Russia’s top arms-control negotiator has rejected the Trump administration’s core requirements for a new nuclear arms-control treaty, dealing a blow to the White House’s hopes of concluding an election-year framework agreement with Moscow.
Deputy Foreign Minister Sergei Ryabkov told The Wall Street Journal that the Trump administration’s demands that a future treaty cover all Russia, Chinese and U.S. warheads and include more-intrusive verification is “clearly a nonstarter for us.”
He also warned that Moscow is prepared to respond if the U.S. allows the New START treaty, a nuclear arms-reduction agreement that entered into force in 2011, to lapse and moves to expand its nuclear arsenal.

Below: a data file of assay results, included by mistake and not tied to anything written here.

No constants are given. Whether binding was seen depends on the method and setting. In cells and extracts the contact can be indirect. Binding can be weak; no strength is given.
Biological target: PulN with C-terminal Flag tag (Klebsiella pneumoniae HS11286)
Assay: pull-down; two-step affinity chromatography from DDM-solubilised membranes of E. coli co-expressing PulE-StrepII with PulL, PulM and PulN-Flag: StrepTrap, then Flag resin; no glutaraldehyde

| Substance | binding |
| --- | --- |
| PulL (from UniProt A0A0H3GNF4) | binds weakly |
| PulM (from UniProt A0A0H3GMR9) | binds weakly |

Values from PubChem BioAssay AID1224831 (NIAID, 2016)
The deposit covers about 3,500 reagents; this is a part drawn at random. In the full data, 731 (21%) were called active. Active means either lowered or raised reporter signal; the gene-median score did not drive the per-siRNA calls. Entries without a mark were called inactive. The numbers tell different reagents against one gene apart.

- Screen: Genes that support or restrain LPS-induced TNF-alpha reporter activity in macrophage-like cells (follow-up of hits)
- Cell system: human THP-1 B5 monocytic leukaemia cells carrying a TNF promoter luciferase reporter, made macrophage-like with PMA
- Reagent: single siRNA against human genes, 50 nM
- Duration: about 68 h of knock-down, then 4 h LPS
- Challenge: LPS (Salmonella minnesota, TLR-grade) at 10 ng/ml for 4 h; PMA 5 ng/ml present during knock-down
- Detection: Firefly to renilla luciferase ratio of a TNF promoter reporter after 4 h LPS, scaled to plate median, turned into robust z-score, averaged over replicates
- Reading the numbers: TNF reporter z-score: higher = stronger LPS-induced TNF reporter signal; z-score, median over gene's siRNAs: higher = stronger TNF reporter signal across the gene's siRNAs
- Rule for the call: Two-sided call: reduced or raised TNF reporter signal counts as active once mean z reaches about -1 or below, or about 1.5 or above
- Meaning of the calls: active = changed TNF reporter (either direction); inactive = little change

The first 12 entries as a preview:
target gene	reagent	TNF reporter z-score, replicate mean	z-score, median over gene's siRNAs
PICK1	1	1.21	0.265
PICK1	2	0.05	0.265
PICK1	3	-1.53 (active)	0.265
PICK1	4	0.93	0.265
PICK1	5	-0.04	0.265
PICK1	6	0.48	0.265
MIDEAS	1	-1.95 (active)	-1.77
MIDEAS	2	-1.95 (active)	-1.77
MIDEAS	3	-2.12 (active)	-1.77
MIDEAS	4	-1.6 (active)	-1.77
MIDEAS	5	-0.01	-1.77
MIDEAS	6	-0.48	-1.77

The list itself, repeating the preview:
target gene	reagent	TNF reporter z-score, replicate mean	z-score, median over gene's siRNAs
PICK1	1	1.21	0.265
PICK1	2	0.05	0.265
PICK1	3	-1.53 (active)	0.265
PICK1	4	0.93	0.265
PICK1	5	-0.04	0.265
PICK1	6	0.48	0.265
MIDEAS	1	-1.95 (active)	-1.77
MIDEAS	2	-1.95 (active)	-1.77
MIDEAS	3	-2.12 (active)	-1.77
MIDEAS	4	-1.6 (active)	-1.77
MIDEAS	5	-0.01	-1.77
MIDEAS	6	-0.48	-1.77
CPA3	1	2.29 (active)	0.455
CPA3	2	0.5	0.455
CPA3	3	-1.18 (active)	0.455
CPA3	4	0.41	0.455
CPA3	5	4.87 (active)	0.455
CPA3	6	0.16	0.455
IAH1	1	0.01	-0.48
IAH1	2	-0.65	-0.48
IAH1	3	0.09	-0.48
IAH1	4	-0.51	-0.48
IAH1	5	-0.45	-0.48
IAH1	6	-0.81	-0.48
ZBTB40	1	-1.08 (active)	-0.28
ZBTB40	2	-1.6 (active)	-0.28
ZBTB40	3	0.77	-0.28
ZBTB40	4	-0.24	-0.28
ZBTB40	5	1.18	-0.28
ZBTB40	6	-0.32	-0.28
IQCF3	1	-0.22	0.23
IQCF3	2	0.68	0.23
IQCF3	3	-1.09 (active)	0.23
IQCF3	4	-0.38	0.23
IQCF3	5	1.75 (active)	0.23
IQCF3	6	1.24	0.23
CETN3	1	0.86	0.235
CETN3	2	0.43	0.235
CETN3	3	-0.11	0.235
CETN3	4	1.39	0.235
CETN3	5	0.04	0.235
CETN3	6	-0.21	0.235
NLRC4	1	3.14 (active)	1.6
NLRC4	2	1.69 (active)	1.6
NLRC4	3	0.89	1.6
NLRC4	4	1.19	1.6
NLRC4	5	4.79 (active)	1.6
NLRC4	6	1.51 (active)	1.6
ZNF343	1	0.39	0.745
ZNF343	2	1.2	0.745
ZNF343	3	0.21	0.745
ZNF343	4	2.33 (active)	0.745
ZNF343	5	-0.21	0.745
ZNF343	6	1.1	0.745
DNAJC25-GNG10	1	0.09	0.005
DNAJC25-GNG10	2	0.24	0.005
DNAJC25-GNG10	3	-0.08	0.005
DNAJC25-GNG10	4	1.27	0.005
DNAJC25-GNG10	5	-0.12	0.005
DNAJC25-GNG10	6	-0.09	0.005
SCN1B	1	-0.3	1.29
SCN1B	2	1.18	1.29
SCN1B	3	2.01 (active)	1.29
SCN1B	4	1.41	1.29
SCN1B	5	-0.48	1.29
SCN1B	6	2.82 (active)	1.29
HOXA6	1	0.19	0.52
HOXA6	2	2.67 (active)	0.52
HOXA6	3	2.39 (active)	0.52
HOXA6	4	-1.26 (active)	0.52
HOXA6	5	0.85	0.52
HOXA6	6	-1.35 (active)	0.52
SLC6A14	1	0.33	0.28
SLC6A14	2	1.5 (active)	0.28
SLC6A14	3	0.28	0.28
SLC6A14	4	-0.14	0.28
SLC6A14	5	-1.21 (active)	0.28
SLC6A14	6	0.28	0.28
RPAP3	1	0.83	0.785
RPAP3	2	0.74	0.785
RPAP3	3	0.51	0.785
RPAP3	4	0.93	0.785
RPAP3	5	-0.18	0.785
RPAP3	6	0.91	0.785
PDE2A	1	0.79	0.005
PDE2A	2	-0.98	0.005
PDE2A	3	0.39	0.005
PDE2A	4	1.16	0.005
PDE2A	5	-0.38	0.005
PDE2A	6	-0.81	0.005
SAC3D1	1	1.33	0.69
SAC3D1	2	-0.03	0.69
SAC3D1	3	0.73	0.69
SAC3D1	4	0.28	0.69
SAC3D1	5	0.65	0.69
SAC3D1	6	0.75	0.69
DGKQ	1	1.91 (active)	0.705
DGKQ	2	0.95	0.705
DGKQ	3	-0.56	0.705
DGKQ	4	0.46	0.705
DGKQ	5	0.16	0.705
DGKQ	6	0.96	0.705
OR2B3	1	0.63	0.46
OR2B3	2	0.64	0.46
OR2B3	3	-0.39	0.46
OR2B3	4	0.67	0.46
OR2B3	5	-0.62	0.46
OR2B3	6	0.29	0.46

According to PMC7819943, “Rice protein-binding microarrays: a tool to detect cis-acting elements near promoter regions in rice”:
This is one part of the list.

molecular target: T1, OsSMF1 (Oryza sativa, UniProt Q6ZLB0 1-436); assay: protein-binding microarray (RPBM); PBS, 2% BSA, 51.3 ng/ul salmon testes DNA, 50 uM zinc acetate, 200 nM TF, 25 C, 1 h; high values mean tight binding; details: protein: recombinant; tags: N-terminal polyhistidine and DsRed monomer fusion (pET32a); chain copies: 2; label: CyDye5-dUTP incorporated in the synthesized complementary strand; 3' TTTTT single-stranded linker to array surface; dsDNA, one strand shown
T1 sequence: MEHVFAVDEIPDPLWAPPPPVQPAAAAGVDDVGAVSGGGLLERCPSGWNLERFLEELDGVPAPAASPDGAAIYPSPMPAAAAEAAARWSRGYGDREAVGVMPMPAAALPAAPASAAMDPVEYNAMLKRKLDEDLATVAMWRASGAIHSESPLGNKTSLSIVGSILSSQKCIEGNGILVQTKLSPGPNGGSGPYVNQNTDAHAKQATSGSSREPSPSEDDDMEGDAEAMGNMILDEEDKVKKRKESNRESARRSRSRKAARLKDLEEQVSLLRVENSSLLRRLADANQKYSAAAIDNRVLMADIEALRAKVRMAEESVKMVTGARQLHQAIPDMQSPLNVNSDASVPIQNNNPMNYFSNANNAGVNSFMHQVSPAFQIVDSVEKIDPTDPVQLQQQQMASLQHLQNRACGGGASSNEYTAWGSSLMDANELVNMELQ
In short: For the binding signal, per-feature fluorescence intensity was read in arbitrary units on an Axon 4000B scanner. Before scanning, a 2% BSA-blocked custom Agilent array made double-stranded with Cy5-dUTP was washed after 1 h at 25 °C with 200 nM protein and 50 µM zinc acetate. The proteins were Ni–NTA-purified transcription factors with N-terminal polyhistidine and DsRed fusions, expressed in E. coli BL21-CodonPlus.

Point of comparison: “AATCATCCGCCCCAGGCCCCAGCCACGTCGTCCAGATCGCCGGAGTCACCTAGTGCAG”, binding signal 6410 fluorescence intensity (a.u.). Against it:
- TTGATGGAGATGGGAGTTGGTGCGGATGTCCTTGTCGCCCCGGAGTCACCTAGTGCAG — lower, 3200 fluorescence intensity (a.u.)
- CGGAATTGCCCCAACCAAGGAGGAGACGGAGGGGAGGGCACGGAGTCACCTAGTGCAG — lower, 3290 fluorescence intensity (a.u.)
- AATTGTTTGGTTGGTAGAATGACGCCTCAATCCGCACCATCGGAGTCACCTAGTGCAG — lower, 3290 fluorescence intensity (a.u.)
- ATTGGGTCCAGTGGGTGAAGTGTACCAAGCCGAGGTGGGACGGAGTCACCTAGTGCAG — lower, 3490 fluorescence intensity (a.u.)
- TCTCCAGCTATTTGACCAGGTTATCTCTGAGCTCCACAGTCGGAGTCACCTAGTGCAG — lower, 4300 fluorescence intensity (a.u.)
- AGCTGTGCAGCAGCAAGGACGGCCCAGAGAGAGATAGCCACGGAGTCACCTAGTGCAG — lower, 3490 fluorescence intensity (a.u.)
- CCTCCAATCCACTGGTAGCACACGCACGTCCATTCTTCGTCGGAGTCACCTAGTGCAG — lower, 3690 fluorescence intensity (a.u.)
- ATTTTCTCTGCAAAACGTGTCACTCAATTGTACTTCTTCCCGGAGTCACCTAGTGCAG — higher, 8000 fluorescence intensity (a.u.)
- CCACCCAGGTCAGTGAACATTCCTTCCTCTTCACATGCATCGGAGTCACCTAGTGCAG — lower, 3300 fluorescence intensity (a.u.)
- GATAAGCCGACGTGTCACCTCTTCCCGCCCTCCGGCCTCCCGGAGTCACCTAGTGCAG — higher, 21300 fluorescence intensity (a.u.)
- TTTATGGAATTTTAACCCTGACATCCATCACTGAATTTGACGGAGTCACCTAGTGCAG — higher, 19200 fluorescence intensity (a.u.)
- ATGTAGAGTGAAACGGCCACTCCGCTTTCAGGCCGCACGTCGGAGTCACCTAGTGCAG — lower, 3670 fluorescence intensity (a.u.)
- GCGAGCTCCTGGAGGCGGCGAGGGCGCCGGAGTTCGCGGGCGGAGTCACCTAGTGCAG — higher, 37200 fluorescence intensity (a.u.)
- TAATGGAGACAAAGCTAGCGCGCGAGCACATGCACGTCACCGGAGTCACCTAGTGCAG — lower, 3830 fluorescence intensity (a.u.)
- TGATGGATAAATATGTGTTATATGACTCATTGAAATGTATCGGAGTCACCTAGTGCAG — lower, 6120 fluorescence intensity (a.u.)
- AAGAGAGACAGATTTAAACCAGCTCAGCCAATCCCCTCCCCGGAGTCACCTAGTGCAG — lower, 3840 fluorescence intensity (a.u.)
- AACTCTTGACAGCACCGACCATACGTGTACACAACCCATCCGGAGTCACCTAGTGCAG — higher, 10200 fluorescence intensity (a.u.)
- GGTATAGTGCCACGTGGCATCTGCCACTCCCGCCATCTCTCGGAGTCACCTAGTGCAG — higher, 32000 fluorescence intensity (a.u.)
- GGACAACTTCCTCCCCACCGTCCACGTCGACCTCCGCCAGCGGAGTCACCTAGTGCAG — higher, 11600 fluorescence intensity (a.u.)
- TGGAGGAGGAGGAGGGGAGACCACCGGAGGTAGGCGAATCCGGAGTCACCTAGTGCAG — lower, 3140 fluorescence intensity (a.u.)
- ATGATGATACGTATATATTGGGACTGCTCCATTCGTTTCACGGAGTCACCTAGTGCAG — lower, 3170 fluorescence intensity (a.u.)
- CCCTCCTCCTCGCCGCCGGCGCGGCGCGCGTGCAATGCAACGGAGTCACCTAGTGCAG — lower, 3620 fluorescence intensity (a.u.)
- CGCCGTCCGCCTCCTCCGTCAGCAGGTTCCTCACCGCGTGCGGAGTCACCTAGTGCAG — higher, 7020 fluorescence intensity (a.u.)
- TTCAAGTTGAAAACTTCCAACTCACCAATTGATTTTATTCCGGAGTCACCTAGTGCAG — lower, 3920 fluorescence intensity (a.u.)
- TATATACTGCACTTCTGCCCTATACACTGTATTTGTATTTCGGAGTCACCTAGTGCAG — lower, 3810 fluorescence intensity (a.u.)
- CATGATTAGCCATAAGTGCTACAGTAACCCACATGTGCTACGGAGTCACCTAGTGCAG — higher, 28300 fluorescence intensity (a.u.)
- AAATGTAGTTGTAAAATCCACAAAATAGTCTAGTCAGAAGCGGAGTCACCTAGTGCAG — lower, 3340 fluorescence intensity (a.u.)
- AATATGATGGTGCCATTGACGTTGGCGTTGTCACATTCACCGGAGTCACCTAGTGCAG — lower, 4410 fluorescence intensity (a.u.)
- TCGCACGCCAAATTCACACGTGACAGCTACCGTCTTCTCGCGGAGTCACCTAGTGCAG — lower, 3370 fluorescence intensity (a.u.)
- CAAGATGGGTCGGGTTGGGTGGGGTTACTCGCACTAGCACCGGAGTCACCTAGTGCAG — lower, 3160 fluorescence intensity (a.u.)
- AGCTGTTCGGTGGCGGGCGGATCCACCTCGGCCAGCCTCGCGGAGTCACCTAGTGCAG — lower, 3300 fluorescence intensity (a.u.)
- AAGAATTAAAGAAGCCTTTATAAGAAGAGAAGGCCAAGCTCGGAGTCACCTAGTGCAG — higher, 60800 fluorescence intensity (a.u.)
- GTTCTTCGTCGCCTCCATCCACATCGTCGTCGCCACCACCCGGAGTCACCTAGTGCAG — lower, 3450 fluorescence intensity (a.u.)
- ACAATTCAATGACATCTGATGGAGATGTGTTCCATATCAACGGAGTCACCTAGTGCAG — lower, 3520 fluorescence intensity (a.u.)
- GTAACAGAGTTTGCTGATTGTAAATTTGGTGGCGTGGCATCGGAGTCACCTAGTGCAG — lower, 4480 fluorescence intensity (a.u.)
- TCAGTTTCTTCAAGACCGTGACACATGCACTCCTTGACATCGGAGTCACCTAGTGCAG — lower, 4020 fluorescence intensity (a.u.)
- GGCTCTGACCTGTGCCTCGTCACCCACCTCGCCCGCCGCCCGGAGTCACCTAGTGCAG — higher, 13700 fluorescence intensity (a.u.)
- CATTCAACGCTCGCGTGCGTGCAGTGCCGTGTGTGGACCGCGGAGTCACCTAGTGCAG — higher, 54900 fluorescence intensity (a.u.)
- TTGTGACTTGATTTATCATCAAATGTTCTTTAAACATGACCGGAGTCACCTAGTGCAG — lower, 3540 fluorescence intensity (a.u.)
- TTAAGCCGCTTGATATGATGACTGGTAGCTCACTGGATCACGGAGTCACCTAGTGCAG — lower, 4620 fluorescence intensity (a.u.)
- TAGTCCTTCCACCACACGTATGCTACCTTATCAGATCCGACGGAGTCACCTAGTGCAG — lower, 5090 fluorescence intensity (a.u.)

“We would be ready to counter this,” he said.
The Trump administration has built its negotiating strategy on the premise that Moscow is eager to avoid an intensification of the arms race with the U.S., which has a larger military budget than Russia and has begun to upgrade its nuclear forces at a cost of more than $1 trillion.
In August, U.S. officials urged their Russian counterparts to agree on a framework accord that would spell out the terms of a future treaty that would limit all nuclear warheads, including those on Russia’s short-range nuclear systems, impose stringent monitoring measures and cover China’s comparatively small but growing nuclear force.
In return, the U.S. would give Russia something it has long sought: A temporary extension of the New START treaty, which cuts long-range nuclear arms and is due to expire in February.